'Nanoreactor' grows hydrogen-storage crystals
Neutron scattering techniques were used as part of a study of a novel "nanoreactor" material that grows crystalline hydrogen clathrates, or HCs, capable of storing hydrogen. The researchers, from ORNL and the University of Alicante, or UA, were inspired by nature, where methane hydrates grow in the pores and voids within natural sediments.
The nanoreactor material consists of a chemically optimized, porous activated carbon that can confine hydrogen at the nanoscale with excellent thermal stability as high as -27.7 degrees Fahrenheit. Pure liquid water, without additives, is all that is needed to promote HC formation. Nearly 100% of the water is converted into HCs in just minutes—at a 30% lower pressure than required in conventional HC production.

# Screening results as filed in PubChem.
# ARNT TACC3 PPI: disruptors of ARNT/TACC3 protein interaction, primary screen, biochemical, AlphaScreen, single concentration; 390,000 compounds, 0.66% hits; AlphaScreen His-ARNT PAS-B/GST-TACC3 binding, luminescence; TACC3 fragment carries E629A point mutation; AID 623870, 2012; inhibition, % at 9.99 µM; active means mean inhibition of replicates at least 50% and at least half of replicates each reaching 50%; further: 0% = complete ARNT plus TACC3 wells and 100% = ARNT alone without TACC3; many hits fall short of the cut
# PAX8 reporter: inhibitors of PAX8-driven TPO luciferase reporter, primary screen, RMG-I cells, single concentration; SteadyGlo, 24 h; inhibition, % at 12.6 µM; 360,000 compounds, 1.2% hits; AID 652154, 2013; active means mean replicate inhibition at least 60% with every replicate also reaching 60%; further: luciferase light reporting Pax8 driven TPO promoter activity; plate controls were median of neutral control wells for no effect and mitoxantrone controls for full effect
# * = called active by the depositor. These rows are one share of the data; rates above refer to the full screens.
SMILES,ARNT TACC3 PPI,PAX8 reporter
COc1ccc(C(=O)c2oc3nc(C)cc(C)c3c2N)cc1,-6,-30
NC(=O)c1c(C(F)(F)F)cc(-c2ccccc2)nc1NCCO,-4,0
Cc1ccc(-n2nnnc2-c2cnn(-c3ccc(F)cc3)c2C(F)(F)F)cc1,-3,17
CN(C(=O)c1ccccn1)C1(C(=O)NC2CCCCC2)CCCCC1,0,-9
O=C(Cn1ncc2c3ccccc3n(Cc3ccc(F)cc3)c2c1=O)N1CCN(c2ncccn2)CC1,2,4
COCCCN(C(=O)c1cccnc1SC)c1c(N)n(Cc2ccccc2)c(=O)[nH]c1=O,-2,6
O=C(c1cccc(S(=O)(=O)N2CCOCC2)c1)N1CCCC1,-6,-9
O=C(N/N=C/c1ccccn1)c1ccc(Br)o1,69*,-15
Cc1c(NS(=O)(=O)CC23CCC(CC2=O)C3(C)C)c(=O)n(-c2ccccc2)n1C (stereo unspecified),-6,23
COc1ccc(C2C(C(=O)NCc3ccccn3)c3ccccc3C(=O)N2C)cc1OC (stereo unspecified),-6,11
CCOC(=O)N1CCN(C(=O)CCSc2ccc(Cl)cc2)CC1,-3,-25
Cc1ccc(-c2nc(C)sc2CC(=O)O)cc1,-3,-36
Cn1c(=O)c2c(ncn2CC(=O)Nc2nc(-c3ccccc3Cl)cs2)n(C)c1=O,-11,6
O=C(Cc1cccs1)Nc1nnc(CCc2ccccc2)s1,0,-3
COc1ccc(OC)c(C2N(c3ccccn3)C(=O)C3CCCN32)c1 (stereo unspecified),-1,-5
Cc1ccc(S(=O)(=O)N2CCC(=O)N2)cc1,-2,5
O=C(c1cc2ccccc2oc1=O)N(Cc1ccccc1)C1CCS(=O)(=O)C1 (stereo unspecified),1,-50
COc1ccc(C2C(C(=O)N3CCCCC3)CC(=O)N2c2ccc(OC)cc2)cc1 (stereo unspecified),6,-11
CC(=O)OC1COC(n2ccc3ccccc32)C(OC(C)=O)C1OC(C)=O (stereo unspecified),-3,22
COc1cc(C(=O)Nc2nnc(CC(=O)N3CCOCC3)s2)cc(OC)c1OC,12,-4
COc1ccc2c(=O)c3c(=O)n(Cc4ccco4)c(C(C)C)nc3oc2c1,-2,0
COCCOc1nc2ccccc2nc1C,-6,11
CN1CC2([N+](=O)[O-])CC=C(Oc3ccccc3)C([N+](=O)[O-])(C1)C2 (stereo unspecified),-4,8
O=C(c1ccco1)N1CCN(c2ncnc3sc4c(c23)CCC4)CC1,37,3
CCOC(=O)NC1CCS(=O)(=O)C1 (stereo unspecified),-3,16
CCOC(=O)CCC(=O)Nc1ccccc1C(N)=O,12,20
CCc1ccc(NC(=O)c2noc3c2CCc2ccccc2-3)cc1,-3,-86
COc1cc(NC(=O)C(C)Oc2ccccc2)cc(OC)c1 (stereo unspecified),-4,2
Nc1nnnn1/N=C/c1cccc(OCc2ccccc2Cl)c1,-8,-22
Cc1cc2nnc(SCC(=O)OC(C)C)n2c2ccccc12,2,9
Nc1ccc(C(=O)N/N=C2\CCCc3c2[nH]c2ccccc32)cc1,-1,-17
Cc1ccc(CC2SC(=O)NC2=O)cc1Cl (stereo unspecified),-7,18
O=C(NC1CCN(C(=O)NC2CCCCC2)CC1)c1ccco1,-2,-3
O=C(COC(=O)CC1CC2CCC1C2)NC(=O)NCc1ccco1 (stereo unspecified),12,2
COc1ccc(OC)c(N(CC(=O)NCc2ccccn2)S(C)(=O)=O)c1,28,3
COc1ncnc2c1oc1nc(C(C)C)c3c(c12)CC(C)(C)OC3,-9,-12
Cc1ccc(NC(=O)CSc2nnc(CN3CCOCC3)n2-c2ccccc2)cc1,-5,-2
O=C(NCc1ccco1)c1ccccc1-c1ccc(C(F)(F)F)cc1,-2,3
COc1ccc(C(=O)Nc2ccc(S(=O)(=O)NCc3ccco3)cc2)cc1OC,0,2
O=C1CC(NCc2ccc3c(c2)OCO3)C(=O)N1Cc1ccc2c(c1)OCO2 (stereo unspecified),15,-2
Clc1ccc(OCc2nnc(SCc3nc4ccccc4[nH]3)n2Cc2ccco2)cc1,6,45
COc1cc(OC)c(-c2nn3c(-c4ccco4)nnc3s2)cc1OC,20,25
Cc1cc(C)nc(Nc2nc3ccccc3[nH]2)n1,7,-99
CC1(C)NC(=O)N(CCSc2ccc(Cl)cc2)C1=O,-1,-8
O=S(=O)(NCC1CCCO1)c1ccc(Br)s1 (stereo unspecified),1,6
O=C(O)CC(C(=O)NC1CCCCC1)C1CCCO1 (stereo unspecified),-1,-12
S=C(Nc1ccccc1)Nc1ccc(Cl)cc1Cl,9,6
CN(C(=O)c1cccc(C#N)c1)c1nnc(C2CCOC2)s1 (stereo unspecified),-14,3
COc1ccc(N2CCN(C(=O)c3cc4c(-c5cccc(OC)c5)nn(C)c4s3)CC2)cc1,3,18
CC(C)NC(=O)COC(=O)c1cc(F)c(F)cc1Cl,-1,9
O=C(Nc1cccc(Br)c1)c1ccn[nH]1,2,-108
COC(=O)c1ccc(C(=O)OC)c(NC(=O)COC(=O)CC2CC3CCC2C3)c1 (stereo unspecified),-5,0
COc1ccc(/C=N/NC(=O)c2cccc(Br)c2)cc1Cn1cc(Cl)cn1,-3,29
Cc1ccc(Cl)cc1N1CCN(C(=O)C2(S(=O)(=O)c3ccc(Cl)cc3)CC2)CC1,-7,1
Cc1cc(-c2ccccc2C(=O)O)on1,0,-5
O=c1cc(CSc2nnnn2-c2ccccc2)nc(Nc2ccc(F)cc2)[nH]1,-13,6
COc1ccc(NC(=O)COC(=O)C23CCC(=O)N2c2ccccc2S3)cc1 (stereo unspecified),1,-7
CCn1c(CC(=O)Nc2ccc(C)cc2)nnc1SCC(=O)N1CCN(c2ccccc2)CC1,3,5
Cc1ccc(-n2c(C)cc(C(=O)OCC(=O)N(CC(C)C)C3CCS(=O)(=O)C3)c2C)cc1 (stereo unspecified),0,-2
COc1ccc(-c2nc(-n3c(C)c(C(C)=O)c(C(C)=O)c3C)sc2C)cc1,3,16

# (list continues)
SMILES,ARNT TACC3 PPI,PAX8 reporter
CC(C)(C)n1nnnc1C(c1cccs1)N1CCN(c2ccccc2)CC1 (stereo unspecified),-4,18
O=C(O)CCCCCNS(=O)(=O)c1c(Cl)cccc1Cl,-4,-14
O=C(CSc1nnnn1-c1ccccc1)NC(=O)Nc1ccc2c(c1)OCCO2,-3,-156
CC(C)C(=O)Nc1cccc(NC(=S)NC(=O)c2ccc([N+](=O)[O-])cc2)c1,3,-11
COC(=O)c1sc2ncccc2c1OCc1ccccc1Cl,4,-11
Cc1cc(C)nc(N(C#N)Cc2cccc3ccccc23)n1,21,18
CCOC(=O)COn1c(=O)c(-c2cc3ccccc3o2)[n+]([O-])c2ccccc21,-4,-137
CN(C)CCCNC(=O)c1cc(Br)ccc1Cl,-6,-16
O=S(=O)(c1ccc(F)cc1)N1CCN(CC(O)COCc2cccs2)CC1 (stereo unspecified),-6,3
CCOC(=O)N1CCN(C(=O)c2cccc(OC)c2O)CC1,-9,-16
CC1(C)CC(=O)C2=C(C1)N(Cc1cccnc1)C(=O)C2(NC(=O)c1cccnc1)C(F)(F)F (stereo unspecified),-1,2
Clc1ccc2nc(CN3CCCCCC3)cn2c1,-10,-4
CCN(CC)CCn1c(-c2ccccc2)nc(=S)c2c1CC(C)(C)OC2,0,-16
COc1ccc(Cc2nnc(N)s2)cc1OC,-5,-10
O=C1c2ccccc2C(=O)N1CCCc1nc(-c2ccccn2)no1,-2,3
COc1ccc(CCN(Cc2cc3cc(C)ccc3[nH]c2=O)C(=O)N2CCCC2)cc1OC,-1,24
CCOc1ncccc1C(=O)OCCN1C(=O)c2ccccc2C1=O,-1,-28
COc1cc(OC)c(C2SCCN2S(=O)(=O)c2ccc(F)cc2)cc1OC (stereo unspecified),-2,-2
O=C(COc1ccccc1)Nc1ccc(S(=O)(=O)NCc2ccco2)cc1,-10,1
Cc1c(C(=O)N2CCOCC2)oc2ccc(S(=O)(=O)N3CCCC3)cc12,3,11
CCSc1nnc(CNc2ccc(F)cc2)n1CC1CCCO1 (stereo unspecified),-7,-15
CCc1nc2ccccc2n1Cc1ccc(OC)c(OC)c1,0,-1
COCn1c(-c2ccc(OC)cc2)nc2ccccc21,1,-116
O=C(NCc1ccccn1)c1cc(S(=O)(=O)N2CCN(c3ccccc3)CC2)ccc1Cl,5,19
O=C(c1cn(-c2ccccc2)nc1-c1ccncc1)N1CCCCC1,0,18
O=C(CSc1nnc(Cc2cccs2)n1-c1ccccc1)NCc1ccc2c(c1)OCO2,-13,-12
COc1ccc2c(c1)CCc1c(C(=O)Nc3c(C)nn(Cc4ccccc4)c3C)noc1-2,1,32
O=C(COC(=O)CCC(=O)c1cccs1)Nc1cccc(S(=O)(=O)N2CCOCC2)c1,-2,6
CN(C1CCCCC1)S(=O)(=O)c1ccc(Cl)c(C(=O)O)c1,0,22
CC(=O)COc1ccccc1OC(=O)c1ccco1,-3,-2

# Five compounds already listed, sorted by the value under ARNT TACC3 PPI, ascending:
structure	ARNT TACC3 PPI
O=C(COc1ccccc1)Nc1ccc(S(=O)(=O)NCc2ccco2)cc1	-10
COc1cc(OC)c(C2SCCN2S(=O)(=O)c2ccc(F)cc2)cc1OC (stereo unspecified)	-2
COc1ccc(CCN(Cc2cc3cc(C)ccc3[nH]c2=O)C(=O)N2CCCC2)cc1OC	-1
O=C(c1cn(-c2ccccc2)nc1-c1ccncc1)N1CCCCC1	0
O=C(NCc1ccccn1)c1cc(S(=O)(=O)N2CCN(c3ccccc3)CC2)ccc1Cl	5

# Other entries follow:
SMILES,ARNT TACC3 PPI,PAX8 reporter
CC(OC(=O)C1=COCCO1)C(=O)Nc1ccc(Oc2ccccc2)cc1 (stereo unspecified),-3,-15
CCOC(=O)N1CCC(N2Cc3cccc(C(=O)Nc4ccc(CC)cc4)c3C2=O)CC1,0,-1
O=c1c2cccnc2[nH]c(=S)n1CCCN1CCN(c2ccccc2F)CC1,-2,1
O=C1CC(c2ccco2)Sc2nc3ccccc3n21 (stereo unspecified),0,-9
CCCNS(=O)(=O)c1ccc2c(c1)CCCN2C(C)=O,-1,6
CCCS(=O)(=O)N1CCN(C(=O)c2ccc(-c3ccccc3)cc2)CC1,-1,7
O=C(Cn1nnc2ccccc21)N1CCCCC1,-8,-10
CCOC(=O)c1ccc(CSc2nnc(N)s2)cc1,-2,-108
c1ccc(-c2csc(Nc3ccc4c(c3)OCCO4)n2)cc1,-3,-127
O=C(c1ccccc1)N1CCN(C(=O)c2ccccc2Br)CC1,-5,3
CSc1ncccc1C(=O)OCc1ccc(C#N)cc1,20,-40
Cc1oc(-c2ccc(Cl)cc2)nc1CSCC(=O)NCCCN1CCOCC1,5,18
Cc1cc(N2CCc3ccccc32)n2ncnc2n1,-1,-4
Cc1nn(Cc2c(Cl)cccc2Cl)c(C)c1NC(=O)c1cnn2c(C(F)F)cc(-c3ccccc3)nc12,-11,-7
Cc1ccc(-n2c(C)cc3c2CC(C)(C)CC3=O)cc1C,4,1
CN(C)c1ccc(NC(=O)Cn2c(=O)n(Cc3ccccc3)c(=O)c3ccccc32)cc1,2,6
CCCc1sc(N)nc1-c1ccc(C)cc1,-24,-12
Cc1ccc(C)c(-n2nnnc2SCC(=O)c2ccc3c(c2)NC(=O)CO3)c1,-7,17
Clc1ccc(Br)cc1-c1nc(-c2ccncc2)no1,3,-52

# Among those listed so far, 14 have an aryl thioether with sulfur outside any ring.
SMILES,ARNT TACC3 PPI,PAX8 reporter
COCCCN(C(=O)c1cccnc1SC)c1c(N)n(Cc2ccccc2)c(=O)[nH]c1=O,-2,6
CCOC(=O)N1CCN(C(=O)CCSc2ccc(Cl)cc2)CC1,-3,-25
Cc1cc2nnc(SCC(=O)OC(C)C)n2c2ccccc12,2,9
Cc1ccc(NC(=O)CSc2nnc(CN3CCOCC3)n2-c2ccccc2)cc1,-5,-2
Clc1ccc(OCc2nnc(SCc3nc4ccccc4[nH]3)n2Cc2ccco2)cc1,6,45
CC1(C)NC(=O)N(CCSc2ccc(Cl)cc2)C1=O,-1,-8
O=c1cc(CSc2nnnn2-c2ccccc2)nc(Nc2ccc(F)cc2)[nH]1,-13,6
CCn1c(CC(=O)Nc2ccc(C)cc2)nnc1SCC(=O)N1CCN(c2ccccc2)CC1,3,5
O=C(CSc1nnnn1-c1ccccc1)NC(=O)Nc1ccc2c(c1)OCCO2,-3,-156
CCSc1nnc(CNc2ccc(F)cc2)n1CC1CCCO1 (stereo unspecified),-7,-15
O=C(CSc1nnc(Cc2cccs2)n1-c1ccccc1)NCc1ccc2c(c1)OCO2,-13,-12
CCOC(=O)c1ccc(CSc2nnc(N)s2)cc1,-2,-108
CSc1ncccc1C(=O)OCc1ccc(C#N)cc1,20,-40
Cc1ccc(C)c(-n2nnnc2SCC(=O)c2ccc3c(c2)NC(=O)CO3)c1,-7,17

"The ability to store hydrogen at lower pressures and higher temperatures is a step toward potentially using these crystalline hydrates for hydrogen storage in stationary and mobile applications," said UA's Joaquin Silvestre-Albero.
The study appears in Nature Communications.
More information: Judit Farrando-Perez et al, Rapid and efficient hydrogen clathrate hydrate formation in confined nanospace, Nature Communications (2022). DOI: 10.1038/s41467-022-33674-2
Journal information: Nature Communications
Provided by Oak Ridge National Laboratory